The American Nurses Association found a sponsor for a federal bill that would require hospitals and other healthcare institutions to make public their numbers of nurses, nurse staffing ratios, mortality rates and patient outcomes.
Rep. Maurice Hinchey (D-N.Y.) introduced the bill, known as the "Patient Safety Act," last week.
"I'm not here to criticize hospitals," Hinchey said. "They are constantly under pressure from insurers and from the current congressional majority to cut costs in any way they can. I want people to know that those costs have real effects on the kind of care they and their families receive."
The bill also would subject hospital mergers and acquisitions to review by HHS. The department could block any transaction that threatened the health and safety of patients, the community and employees.
Further, the bill would add language to the Medicare law to protect staff nurses who report poor staffing levels from retribution by their employers.
The ANA is working on comparable bills to be introduced at the state level.
According to an outline the ANA provided to MODERN HEALTHCARE, hospitals would have to make public:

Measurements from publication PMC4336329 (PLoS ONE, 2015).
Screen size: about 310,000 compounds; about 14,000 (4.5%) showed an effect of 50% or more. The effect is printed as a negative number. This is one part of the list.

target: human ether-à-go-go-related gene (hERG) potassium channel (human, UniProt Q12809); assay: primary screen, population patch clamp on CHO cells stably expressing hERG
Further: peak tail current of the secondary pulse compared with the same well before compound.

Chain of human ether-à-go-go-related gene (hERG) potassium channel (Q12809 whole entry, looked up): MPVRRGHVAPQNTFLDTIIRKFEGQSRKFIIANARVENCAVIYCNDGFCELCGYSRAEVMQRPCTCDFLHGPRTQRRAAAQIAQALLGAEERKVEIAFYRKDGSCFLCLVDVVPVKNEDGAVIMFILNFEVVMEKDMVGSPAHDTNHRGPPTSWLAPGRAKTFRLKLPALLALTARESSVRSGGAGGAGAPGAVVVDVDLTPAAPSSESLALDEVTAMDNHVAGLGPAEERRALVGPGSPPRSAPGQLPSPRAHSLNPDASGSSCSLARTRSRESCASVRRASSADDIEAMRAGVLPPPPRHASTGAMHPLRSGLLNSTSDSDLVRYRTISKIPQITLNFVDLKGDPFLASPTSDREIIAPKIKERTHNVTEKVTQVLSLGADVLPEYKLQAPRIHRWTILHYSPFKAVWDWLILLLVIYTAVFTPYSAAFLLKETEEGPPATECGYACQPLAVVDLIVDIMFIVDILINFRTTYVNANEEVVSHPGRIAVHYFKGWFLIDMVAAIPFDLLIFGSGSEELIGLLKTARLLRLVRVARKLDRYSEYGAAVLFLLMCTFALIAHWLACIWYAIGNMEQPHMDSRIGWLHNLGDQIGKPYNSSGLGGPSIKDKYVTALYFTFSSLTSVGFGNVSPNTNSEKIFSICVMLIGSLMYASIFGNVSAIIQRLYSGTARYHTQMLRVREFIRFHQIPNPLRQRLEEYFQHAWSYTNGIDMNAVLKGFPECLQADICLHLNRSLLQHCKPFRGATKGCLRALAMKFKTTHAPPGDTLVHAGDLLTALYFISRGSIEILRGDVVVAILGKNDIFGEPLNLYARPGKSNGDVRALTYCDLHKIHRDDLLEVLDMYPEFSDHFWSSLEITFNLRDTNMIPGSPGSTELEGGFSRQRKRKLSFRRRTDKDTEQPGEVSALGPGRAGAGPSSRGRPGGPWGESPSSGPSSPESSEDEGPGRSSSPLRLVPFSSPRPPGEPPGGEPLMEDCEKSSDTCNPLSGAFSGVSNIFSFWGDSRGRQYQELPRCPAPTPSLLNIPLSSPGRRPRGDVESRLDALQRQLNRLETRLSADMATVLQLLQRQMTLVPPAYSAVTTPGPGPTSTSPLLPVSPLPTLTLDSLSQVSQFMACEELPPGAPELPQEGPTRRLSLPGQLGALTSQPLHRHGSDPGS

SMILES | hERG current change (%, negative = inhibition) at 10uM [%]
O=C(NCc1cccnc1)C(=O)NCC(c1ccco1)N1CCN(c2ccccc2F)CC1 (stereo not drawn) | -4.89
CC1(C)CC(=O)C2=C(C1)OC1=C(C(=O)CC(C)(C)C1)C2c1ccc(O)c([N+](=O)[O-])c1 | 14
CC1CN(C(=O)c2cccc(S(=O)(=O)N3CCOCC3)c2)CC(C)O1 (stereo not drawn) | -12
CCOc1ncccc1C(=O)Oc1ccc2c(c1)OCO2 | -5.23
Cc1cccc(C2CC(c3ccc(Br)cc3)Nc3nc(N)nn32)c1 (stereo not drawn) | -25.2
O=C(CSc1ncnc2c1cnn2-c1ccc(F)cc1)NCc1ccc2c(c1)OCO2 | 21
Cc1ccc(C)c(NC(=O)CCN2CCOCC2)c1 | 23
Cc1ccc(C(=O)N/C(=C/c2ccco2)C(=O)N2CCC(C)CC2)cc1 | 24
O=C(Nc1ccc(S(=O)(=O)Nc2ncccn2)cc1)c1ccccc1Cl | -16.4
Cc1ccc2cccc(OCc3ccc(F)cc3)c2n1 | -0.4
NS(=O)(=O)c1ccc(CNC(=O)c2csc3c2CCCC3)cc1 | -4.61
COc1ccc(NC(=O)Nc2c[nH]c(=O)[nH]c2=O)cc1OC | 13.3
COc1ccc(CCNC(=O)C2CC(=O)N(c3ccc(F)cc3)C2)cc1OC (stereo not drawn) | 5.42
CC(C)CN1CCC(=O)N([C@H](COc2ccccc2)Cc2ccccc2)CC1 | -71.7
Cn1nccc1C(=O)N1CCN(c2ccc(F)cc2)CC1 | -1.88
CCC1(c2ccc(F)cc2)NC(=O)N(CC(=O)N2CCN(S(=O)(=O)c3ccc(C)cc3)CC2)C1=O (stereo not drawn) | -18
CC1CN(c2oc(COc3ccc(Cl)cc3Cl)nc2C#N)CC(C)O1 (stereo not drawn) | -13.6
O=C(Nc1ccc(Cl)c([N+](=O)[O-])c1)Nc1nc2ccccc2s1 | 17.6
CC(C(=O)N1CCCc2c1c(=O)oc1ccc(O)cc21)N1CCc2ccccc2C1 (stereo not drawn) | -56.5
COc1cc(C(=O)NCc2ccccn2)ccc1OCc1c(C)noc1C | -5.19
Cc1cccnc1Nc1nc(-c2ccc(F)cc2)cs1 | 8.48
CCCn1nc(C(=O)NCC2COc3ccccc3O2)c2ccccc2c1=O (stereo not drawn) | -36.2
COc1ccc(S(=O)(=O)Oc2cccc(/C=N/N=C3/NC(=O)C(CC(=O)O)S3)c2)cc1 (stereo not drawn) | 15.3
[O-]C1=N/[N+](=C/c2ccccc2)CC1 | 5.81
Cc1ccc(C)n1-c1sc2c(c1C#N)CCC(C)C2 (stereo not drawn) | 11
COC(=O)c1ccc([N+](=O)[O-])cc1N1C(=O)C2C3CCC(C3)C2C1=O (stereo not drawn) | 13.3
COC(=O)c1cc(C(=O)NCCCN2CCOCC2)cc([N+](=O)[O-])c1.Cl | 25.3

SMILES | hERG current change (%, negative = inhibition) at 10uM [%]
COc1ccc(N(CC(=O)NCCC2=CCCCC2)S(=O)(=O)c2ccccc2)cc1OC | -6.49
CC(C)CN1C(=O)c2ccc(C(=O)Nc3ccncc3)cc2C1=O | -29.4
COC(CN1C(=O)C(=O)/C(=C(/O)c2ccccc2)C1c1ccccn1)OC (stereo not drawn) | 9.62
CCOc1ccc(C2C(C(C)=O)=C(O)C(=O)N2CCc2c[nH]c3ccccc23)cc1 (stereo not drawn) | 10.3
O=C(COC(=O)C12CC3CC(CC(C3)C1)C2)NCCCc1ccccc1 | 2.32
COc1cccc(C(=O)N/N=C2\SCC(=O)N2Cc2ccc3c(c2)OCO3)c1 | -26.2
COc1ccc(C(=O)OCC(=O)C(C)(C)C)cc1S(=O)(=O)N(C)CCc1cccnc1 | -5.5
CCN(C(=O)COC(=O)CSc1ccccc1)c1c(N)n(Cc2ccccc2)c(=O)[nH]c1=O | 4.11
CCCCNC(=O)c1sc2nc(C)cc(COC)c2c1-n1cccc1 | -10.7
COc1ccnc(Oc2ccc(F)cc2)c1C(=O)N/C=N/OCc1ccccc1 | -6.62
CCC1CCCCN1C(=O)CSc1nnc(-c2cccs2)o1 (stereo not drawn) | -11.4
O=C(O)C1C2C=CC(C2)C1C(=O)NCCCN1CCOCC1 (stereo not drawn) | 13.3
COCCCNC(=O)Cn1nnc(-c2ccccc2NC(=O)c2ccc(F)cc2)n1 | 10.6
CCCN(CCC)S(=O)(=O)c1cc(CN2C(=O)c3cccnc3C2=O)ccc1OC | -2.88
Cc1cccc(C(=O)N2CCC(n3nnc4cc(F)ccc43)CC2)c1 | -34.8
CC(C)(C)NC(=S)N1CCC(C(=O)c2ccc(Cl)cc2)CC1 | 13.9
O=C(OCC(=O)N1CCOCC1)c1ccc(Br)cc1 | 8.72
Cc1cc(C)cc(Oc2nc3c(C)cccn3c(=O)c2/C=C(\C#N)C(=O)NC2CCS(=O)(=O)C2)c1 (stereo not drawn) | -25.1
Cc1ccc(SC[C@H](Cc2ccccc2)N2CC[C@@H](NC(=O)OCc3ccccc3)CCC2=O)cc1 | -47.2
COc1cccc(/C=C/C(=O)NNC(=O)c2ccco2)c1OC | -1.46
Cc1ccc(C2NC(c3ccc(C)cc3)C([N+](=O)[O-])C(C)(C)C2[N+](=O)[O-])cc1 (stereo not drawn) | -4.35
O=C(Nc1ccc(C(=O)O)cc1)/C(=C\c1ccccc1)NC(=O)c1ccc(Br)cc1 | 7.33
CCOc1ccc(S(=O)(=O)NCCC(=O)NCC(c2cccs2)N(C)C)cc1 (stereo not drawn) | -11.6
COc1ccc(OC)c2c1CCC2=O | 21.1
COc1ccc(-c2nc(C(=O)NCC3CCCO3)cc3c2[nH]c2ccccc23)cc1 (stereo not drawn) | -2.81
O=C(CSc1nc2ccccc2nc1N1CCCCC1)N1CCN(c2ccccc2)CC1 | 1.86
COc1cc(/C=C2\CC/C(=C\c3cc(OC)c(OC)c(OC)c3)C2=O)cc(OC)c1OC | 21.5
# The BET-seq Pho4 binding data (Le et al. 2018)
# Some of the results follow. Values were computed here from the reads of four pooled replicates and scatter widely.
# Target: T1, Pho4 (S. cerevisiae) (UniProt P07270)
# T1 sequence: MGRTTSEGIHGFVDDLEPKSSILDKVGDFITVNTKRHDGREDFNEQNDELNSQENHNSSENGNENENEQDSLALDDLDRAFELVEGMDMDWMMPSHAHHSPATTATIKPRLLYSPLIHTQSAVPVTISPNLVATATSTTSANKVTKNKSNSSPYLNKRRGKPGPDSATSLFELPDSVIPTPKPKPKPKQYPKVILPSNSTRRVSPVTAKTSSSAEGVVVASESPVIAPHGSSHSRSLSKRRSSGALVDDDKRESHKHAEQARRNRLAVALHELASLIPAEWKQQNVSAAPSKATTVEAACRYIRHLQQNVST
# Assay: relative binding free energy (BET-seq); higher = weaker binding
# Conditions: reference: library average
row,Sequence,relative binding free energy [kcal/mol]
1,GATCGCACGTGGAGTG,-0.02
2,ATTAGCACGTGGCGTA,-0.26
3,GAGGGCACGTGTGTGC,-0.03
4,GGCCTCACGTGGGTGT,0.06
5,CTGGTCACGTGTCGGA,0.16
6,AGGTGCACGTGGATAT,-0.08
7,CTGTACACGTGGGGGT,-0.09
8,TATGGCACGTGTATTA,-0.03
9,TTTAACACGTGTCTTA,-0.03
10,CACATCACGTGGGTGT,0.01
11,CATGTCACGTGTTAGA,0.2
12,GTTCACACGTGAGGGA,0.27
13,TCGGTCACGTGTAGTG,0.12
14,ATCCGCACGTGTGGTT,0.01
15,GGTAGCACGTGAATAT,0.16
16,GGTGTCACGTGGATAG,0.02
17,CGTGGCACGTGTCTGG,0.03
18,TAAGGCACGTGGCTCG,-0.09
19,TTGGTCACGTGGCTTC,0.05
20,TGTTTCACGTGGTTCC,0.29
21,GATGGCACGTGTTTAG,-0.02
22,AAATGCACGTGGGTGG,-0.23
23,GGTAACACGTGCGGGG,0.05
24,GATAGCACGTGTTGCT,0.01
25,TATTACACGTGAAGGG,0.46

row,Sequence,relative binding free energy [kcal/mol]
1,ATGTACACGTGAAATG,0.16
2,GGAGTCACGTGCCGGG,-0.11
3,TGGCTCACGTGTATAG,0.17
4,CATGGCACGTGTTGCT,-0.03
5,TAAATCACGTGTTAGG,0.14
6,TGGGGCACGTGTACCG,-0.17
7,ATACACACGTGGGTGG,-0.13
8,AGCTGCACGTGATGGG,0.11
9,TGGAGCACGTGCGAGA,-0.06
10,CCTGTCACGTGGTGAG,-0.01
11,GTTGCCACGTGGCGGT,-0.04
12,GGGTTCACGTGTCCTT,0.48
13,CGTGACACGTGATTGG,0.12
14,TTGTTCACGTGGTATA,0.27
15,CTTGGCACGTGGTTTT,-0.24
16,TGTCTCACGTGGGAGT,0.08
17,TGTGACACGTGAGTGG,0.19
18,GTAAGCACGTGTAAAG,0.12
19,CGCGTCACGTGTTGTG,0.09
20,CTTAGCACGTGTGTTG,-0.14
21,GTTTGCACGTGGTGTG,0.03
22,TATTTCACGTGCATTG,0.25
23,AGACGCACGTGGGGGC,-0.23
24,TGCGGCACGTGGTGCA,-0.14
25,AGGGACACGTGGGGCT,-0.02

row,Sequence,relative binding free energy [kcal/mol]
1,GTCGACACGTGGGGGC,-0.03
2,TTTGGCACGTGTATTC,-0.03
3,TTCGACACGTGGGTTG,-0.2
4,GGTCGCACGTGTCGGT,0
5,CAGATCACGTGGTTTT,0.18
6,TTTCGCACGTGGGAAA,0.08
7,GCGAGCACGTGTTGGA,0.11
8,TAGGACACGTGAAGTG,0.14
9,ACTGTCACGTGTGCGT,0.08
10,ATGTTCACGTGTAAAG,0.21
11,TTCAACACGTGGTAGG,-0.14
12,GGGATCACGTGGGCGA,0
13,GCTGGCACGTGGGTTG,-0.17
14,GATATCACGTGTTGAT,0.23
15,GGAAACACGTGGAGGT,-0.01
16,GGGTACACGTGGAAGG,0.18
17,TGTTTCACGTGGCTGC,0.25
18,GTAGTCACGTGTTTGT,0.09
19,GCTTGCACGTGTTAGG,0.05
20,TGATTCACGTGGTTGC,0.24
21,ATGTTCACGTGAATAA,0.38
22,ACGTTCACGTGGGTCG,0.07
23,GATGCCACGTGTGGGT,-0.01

How many registered nurses provide direct care.
How many unlicensed personnel provide direct care.
How many patients are assigned to each nurse.
How high patient mortality rates are.
How many adverse patient-care incidents occur.
How the hospital determines staffing levels.
These are all hot-button issues among nurses, who believe that in many instances patient care has been compromised by slap-dash internal restructurings and substitution of less-trained workers for registered nurses.
Hospitals also would have to make public any complaints filed with the state, with HCFA or with a Medicare accrediting agency.
The ANA has been reworking and refining its proposal since the debate over national healthcare reform began in 1993. The basic elements of the bill were agreed on last December. The ANA has been shopping it around Congress this spring.
The ANA is aware its proposal is not exactly in tune with present congressional thinking. Christine deVries, an ANA political officer, called it "a proposal that's real regulatory-oriented in a Congress that's not real regulatory-oriented."
One longtime observer of nurses and nursing unions called the bill "a blatant attempt at featherbedding."
Jack McGervey of Pleasant Hill, Calif., who retired after working 18 years with Kaiser Permanente as a labor contract negotiator, said: "It hardly differs from the third airline pilot in the cockpit, the caboose engineer on trains and hod carrier unions' demands for limits to the number of bricks that could be laid in a day. The `safety' claims in that collective bargaining and legislation made the same sounds as the `quality' claims of today."